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Working on converting an array to another array. In PHP, this is easy, but Perl has some syntax that I am having a hard time getting my head around and understanding.

Here is my loop in Perl:

foreach my $r (@toindex){
    #print Dumper $r;
    %indexed{@$r[0]}{'image_id'} = @$r[0];     #Broken
    %indexed{"@$r[0]"}{'image_id'} = @$r[0];   #Broken
}

Here is my @toindex array

$VAR1 = [
      [
        3638584,
        'Aperture',
        'F13'
      ],
      [
        3638588,
        'Exposure Bias',
        '0 EV'
      ],
      [
        3638588,
        'Focal Length',
        '80.0 mm'
      ],
    ];

And here is what I want to do, but in PHP

foreach($indexrows as $k => $v){
    $indexed[$v['image_id']]['image_id'] = $v['image_id'];     
}

It seems so very simple in PHP, but moving it to Perl is proving to be quite a challenge for me.


Update

Thanks to the help of Sinan Ünür and DVK with that final little pointer, I have a working solution. I'm posting the complete script in case anyone might find some part of it useful in the future.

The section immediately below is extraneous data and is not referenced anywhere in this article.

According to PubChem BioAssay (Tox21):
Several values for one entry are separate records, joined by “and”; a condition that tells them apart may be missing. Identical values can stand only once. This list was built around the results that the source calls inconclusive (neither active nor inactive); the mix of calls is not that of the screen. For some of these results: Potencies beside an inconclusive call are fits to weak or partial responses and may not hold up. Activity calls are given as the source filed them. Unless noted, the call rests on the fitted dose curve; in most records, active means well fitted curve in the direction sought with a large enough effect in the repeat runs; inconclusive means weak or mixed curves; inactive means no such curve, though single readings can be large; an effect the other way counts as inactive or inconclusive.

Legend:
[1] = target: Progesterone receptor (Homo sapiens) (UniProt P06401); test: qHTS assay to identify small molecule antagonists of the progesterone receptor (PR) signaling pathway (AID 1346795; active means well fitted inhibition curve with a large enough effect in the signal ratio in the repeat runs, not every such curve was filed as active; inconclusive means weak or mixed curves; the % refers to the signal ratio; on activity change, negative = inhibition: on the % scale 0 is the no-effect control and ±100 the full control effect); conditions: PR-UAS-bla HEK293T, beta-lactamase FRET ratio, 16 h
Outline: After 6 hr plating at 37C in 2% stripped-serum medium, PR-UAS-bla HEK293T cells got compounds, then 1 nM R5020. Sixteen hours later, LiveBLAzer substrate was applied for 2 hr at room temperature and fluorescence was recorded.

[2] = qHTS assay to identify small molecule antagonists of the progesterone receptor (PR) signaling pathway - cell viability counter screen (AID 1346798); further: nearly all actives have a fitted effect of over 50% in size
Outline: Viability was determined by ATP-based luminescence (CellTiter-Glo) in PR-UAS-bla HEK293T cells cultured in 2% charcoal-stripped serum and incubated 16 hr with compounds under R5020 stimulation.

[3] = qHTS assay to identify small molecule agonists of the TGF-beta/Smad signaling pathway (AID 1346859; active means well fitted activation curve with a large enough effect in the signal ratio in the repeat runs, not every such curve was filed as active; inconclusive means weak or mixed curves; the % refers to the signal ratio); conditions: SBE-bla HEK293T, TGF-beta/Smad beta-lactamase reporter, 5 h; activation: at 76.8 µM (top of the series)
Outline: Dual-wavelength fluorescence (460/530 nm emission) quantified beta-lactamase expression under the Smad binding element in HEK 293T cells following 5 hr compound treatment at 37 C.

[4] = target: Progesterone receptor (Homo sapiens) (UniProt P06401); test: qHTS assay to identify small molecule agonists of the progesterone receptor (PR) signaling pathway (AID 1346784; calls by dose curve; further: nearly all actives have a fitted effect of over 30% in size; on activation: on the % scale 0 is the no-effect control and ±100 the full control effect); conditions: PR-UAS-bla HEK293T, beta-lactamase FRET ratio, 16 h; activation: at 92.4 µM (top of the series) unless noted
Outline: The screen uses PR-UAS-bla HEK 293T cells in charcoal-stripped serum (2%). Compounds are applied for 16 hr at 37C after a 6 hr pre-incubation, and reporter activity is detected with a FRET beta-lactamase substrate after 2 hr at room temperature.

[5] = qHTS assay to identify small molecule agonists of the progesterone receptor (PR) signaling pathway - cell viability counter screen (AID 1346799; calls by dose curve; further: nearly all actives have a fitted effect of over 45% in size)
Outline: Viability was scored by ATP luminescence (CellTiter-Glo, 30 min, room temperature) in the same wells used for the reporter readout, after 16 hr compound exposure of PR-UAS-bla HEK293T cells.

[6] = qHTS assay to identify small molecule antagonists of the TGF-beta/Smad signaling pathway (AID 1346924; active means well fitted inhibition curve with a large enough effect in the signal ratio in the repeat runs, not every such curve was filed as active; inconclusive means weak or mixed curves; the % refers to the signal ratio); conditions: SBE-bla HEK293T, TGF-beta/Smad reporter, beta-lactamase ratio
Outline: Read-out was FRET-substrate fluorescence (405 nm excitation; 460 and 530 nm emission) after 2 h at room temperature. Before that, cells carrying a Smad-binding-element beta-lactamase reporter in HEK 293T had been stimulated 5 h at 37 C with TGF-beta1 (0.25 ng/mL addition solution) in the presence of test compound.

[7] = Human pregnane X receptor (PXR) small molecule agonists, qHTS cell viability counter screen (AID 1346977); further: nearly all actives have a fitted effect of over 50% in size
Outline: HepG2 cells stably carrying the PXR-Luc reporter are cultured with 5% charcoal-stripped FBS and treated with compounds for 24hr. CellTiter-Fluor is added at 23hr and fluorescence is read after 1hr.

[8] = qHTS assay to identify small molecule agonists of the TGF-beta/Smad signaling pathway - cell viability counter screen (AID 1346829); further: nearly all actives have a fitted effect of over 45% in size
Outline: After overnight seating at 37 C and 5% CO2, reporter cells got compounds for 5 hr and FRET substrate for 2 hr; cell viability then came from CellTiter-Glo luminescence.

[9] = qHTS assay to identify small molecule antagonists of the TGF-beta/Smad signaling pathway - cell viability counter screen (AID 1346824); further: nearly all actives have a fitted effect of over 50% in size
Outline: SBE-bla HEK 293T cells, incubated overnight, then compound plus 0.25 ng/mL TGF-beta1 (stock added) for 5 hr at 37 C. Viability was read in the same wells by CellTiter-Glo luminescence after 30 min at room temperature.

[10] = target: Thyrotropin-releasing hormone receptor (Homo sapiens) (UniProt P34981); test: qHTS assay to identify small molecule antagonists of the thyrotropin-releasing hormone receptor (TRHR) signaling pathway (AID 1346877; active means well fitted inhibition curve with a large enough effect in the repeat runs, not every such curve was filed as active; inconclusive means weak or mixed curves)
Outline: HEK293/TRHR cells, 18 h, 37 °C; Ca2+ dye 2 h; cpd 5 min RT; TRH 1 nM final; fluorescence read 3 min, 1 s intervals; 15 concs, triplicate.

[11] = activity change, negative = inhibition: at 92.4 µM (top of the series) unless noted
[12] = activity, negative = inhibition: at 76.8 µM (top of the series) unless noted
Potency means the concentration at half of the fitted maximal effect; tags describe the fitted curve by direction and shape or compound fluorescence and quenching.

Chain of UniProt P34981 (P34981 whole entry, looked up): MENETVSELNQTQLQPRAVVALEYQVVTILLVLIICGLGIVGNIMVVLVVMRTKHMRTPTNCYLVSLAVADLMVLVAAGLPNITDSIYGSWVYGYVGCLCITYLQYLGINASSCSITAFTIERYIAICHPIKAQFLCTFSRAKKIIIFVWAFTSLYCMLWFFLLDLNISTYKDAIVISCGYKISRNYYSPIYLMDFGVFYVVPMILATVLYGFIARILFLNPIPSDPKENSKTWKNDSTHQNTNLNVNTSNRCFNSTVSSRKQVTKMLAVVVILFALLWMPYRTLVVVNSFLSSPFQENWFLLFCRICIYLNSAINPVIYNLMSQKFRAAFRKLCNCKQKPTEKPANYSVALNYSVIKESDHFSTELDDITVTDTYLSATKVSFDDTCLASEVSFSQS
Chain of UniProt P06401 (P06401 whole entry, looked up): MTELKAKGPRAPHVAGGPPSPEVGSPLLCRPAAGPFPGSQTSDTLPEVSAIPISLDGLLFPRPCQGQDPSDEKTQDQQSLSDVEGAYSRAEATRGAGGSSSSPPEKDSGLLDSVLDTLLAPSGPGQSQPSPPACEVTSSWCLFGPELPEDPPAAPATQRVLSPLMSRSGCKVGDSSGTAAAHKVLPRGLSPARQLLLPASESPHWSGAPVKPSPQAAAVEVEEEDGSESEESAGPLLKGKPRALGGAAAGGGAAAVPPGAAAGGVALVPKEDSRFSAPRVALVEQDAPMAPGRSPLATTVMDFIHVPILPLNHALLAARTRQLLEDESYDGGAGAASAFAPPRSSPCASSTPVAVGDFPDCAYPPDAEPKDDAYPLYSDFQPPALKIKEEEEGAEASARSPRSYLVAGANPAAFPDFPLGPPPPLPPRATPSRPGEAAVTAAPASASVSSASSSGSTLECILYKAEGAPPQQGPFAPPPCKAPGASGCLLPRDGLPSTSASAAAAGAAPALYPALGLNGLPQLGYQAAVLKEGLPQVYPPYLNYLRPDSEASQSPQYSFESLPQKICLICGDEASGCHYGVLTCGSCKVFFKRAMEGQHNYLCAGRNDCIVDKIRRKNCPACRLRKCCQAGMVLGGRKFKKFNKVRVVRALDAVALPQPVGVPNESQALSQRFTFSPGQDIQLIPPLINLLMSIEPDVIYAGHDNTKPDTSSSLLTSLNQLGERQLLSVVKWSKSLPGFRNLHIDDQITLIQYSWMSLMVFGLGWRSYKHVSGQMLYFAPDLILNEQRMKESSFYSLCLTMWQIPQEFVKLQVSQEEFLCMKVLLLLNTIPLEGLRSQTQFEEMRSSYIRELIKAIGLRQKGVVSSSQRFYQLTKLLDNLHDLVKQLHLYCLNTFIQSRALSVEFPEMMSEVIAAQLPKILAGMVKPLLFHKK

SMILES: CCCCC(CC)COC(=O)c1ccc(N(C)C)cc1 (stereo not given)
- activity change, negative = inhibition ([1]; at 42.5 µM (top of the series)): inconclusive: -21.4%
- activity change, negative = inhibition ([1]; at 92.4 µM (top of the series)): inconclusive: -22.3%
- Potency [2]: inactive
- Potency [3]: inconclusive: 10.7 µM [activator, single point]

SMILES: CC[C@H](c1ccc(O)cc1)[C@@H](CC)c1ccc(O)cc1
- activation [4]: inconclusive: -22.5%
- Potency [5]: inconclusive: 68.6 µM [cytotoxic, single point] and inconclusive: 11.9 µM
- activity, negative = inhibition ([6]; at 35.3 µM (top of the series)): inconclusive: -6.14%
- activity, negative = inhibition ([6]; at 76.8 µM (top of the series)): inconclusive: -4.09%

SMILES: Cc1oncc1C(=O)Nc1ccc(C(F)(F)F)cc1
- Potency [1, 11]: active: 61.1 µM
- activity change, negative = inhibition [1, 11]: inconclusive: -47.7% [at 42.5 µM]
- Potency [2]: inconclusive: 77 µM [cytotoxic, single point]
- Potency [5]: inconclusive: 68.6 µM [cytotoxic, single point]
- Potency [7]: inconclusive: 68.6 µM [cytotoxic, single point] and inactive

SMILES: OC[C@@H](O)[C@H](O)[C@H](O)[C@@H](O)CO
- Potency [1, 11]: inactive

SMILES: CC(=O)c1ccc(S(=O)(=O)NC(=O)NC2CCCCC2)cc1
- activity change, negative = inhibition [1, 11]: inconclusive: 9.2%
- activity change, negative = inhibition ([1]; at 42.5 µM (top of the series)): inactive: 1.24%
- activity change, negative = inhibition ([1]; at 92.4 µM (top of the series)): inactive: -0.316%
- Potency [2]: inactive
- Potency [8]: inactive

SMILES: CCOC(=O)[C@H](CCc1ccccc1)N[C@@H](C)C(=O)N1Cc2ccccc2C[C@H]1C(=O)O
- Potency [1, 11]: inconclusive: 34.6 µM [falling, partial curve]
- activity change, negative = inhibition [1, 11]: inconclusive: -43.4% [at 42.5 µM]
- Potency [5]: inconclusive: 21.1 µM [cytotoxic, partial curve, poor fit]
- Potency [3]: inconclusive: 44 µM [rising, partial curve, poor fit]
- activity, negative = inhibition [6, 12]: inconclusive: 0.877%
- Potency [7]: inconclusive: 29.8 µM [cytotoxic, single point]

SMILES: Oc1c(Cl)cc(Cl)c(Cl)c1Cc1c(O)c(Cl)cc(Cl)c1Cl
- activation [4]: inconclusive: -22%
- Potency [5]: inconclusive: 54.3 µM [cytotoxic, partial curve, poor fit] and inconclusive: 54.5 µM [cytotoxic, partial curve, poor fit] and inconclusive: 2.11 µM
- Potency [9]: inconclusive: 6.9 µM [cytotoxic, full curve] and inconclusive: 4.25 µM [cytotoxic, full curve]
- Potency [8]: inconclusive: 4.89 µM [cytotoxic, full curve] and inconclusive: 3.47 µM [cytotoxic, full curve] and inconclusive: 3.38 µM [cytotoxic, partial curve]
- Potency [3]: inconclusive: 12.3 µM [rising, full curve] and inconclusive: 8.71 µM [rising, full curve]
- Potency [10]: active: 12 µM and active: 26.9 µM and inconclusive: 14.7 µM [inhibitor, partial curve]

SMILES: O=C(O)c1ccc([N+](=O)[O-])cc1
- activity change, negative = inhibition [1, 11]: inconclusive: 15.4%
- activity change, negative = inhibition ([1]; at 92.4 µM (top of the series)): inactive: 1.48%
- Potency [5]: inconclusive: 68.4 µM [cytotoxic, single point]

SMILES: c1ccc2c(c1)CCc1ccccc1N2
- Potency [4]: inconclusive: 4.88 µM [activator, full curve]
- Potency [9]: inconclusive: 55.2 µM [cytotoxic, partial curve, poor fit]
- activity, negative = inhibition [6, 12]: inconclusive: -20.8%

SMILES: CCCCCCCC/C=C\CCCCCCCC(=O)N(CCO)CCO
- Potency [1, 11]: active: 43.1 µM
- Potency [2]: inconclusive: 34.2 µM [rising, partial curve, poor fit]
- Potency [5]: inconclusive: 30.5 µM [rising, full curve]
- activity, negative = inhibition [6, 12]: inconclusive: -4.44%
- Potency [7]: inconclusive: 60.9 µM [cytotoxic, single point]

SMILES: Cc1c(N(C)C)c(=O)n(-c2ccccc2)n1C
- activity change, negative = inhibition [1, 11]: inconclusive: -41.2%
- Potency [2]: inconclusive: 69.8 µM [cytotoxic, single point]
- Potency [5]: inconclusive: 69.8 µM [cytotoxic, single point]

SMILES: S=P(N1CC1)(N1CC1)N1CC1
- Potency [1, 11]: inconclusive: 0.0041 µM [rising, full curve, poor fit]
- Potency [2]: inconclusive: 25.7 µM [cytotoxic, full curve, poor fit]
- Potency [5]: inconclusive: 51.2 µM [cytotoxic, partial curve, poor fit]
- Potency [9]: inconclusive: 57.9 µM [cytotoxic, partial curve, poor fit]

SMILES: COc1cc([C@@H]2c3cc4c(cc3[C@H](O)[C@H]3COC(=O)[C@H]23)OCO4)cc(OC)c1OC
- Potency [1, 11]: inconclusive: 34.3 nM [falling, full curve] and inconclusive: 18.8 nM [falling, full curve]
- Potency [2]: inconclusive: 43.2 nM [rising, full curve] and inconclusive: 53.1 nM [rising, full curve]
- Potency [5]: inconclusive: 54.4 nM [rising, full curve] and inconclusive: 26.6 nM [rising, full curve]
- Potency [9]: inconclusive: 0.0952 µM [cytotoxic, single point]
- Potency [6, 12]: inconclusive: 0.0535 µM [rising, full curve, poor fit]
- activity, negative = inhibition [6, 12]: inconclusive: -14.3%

#!/usr/bin/perl
use strict; use warnings; use DBI; use Data::Dumper;

my $dbh = DBI->connect('dbi:Pg:dbname=database;host=serveraddress','user','password') or die;
my $sth;
my $sql = "SELECT id, field, data FROM table";

my $offset = 0; 
my $increment = 20;
my $toindex;

# This loop here is to solve a problem that was not part of the
# original question. I included it to illustrate the syntax for
# looping a database query
do{
    $sth = $dbh->prepare($sql . " LIMIT " . $increment . " OFFSET " . $offset);
    $sth->execute or die;
    $toindex = $sth->fetchall_arrayref;
    $offset = $offset + $increment;
}while(@$toindex == 0);

# Alternately, if you do not need a loop below is all you need
# $sth = $dbh->prepare($sql);
# $sth->execute or die;
# $toindex = $sth->fetchall_arrayref;

my %indexed;
foreach my $r ( @$toindex ) {
    #print Dumper $r;
    my ($id, $field, $value) = @$r;
    @{ $indexed{ $id } }{('image_id', $field)} = ($id, $value);
}

print Dumper %indexed; 

$dbh->disconnect;
share|improve this question
2  
I tend to view gratuitous language comparisons very negatively. So, you do not how to do something in Perl which you do know how to do in PHP. You can simply ask "How can I do X in Perl?" instead of complaining about the syntax of a language whose documentation you don't seem to have read at all. See perldoc.perl.org/perldsc.html – Sinan Ünür Jun 18 '10 at 20:53
3  
@Ben That is why you need to actually study a language a little bit, understanding the basic rules of it before you accept a job that requires you to use it. – Sinan Ünür Jun 18 '10 at 21:04